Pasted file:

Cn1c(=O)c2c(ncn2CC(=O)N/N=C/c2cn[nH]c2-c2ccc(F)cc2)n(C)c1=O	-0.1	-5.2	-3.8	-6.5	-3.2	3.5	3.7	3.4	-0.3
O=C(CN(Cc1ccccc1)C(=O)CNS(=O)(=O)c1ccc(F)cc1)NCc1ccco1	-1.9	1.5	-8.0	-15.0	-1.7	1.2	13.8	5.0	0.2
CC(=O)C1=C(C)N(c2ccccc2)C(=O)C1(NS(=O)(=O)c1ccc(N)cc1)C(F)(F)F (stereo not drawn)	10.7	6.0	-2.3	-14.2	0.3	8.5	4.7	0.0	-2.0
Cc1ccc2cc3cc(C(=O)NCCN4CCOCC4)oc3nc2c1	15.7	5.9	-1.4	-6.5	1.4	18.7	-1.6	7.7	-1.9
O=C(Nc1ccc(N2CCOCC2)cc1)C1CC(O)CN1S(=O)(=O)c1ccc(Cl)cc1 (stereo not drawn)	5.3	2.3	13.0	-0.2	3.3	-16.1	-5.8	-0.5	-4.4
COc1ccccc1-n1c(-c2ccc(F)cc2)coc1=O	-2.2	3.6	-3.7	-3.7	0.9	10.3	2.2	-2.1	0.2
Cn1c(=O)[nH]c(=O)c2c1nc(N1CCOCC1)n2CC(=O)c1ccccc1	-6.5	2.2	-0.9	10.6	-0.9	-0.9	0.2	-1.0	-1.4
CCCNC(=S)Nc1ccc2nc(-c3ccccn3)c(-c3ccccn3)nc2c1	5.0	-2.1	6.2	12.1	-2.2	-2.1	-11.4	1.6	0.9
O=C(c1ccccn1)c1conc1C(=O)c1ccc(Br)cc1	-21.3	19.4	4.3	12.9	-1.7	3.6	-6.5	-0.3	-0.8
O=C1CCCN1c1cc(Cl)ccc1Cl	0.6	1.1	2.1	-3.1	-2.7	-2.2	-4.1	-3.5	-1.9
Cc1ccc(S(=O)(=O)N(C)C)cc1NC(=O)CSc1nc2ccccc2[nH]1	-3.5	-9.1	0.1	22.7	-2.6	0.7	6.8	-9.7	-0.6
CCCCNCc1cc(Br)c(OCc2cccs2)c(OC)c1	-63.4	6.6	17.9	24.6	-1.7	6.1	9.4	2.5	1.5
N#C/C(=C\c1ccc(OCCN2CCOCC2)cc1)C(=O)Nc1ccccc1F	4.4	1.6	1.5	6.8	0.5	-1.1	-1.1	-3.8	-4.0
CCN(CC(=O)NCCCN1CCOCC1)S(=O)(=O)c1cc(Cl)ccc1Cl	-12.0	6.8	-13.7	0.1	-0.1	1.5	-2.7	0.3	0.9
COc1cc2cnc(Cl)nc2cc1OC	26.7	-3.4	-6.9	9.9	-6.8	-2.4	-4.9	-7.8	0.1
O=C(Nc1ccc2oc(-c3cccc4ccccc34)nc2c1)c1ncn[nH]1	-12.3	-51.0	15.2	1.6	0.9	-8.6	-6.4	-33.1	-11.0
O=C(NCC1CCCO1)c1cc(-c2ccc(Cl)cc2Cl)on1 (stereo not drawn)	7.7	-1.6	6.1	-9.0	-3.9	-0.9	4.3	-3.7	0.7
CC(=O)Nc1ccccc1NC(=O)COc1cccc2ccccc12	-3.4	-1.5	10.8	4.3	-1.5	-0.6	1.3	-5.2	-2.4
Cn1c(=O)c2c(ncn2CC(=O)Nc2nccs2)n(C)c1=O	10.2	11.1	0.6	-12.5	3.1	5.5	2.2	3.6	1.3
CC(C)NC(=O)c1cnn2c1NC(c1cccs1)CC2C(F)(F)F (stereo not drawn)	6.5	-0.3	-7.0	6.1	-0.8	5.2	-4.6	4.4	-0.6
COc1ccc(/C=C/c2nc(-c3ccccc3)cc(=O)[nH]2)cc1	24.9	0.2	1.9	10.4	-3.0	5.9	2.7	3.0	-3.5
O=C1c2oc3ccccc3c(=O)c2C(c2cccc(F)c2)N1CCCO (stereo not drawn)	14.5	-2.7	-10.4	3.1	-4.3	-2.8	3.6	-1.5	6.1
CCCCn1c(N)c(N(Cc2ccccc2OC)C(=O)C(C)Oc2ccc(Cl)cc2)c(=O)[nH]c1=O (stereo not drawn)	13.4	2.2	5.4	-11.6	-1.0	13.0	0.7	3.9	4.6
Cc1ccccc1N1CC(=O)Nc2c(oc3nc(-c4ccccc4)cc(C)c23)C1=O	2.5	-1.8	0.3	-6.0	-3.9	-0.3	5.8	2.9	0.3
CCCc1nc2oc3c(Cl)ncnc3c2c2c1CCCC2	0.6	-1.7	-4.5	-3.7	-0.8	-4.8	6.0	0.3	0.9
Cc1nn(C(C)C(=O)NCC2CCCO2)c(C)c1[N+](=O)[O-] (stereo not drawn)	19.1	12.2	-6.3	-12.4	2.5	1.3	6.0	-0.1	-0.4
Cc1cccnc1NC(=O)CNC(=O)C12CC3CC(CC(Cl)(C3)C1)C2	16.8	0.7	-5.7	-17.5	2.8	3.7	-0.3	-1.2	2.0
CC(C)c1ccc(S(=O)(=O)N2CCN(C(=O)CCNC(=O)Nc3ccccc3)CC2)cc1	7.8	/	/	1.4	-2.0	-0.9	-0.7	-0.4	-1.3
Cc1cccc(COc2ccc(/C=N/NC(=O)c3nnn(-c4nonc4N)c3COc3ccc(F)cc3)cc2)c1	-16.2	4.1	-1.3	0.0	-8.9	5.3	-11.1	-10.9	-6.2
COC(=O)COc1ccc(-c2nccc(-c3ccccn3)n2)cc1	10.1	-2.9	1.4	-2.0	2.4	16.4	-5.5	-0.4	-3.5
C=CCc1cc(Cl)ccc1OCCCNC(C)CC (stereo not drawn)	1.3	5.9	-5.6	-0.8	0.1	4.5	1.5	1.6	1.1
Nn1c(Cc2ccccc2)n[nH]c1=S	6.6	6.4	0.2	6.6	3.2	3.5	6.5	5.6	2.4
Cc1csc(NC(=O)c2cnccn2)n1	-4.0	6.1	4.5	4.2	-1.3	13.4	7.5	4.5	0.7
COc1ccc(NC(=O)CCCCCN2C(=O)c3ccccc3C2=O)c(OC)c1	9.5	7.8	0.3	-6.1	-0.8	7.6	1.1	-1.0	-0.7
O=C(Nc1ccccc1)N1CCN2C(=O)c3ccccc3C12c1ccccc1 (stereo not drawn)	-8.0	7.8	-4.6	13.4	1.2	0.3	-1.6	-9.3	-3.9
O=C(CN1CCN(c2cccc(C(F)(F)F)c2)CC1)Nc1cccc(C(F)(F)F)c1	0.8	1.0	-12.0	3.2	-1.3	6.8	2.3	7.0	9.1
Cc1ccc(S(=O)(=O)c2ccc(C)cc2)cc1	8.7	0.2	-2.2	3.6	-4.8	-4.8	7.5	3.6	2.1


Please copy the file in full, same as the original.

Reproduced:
Cn1c(=O)c2c(ncn2CC(=O)N/N=C/c2cn[nH]c2-c2ccc(F)cc2)n(C)c1=O	-0.1	-5.2	-3.8	-6.5	-3.2	3.5	3.7	3.4	-0.3
O=C(CN(Cc1ccccc1)C(=O)CNS(=O)(=O)c1ccc(F)cc1)NCc1ccco1	-1.9	1.5	-8.0	-15.0	-1.7	1.2	13.8	5.0	0.2
CC(=O)C1=C(C)N(c2ccccc2)C(=O)C1(NS(=O)(=O)c1ccc(N)cc1)C(F)(F)F (stereo not drawn)	10.7	6.0	-2.3	-14.2	0.3	8.5	4.7	0.0	-2.0
Cc1ccc2cc3cc(C(=O)NCCN4CCOCC4)oc3nc2c1	15.7	5.9	-1.4	-6.5	1.4	18.7	-1.6	7.7	-1.9
O=C(Nc1ccc(N2CCOCC2)cc1)C1CC(O)CN1S(=O)(=O)c1ccc(Cl)cc1 (stereo not drawn)	5.3	2.3	13.0	-0.2	3.3	-16.1	-5.8	-0.5	-4.4
COc1ccccc1-n1c(-c2ccc(F)cc2)coc1=O	-2.2	3.6	-3.7	-3.7	0.9	10.3	2.2	-2.1	0.2
Cn1c(=O)[nH]c(=O)c2c1nc(N1CCOCC1)n2CC(=O)c1ccccc1	-6.5	2.2	-0.9	10.6	-0.9	-0.9	0.2	-1.0	-1.4
CCCNC(=S)Nc1ccc2nc(-c3ccccn3)c(-c3ccccn3)nc2c1	5.0	-2.1	6.2	12.1	-2.2	-2.1	-11.4	1.6	0.9
O=C(c1ccccn1)c1conc1C(=O)c1ccc(Br)cc1	-21.3	19.4	4.3	12.9	-1.7	3.6	-6.5	-0.3	-0.8
O=C1CCCN1c1cc(Cl)ccc1Cl	0.6	1.1	2.1	-3.1	-2.7	-2.2	-4.1	-3.5	-1.9
Cc1ccc(S(=O)(=O)N(C)C)cc1NC(=O)CSc1nc2ccccc2[nH]1	-3.5	-9.1	0.1	22.7	-2.6	0.7	6.8	-9.7	-0.6
CCCCNCc1cc(Br)c(OCc2cccs2)c(OC)c1	-63.4	6.6	17.9	24.6	-1.7	6.1	9.4	2.5	1.5
N#C/C(=C\c1ccc(OCCN2CCOCC2)cc1)C(=O)Nc1ccccc1F	4.4	1.6	1.5	6.8	0.5	-1.1	-1.1	-3.8	-4.0
CCN(CC(=O)NCCCN1CCOCC1)S(=O)(=O)c1cc(Cl)ccc1Cl	-12.0	6.8	-13.7	0.1	-0.1	1.5	-2.7	0.3	0.9
COc1cc2cnc(Cl)nc2cc1OC	26.7	-3.4	-6.9	9.9	-6.8	-2.4	-4.9	-7.8	0.1
O=C(Nc1ccc2oc(-c3cccc4ccccc34)nc2c1)c1ncn[nH]1	-12.3	-51.0	15.2	1.6	0.9	-8.6	-6.4	-33.1	-11.0
O=C(NCC1CCCO1)c1cc(-c2ccc(Cl)cc2Cl)on1 (stereo not drawn)	7.7	-1.6	6.1	-9.0	-3.9	-0.9	4.3	-3.7	0.7
CC(=O)Nc1ccccc1NC(=O)COc1cccc2ccccc12	-3.4	-1.5	10.8	4.3	-1.5	-0.6	1.3	-5.2	-2.4
Cn1c(=O)c2c(ncn2CC(=O)Nc2nccs2)n(C)c1=O	10.2	11.1	0.6	-12.5	3.1	5.5	2.2	3.6	1.3
CC(C)NC(=O)c1cnn2c1NC(c1cccs1)CC2C(F)(F)F (stereo not drawn)	6.5	-0.3	-7.0	6.1	-0.8	5.2	-4.6	4.4	-0.6
COc1ccc(/C=C/c2nc(-c3ccccc3)cc(=O)[nH]2)cc1	24.9	0.2	1.9	10.4	-3.0	5.9	2.7	3.0	-3.5
O=C1c2oc3ccccc3c(=O)c2C(c2cccc(F)c2)N1CCCO (stereo not drawn)	14.5	-2.7	-10.4	3.1	-4.3	-2.8	3.6	-1.5	6.1
CCCCn1c(N)c(N(Cc2ccccc2OC)C(=O)C(C)Oc2ccc(Cl)cc2)c(=O)[nH]c1=O (stereo not drawn)	13.4	2.2	5.4	-11.6	-1.0	13.0	0.7	3.9	4.6
Cc1ccccc1N1CC(=O)Nc2c(oc3nc(-c4ccccc4)cc(C)c23)C1=O	2.5	-1.8	0.3	-6.0	-3.9	-0.3	5.8	2.9	0.3
CCCc1nc2oc3c(Cl)ncnc3c2c2c1CCCC2	0.6	-1.7	-4.5	-3.7	-0.8	-4.8	6.0	0.3	0.9
Cc1nn(C(C)C(=O)NCC2CCCO2)c(C)c1[N+](=O)[O-] (stereo not drawn)	19.1	12.2	-6.3	-12.4	2.5	1.3	6.0	-0.1	-0.4
Cc1cccnc1NC(=O)CNC(=O)C12CC3CC(CC(Cl)(C3)C1)C2	16.8	0.7	-5.7	-17.5	2.8	3.7	-0.3	-1.2	2.0
CC(C)c1ccc(S(=O)(=O)N2CCN(C(=O)CCNC(=O)Nc3ccccc3)CC2)cc1	7.8	/	/	1.4	-2.0	-0.9	-0.7	-0.4	-1.3
Cc1cccc(COc2ccc(/C=N/NC(=O)c3nnn(-c4nonc4N)c3COc3ccc(F)cc3)cc2)c1	-16.2	4.1	-1.3	0.0	-8.9	5.3	-11.1	-10.9	-6.2
COC(=O)COc1ccc(-c2nccc(-c3ccccn3)n2)cc1	10.1	-2.9	1.4	-2.0	2.4	16.4	-5.5	-0.4	-3.5
C=CCc1cc(Cl)ccc1OCCCNC(C)CC (stereo not drawn)	1.3	5.9	-5.6	-0.8	0.1	4.5	1.5	1.6	1.1
Nn1c(Cc2ccccc2)n[nH]c1=S	6.6	6.4	0.2	6.6	3.2	3.5	6.5	5.6	2.4
Cc1csc(NC(=O)c2cnccn2)n1	-4.0	6.1	4.5	4.2	-1.3	13.4	7.5	4.5	0.7
COc1ccc(NC(=O)CCCCCN2C(=O)c3ccccc3C2=O)c(OC)c1	9.5	7.8	0.3	-6.1	-0.8	7.6	1.1	-1.0	-0.7
O=C(Nc1ccccc1)N1CCN2C(=O)c3ccccc3C12c1ccccc1 (stereo not drawn)	-8.0	7.8	-4.6	13.4	1.2	0.3	-1.6	-9.3	-3.9
O=C(CN1CCN(c2cccc(C(F)(F)F)c2)CC1)Nc1cccc(C(F)(F)F)c1	0.8	1.0	-12.0	3.2	-1.3	6.8	2.3	7.0	9.1
Cc1ccc(S(=O)(=O)c2ccc(C)cc2)cc1	8.7	0.2	-2.2	3.6	-4.8	-4.8	7.5	3.6	2.1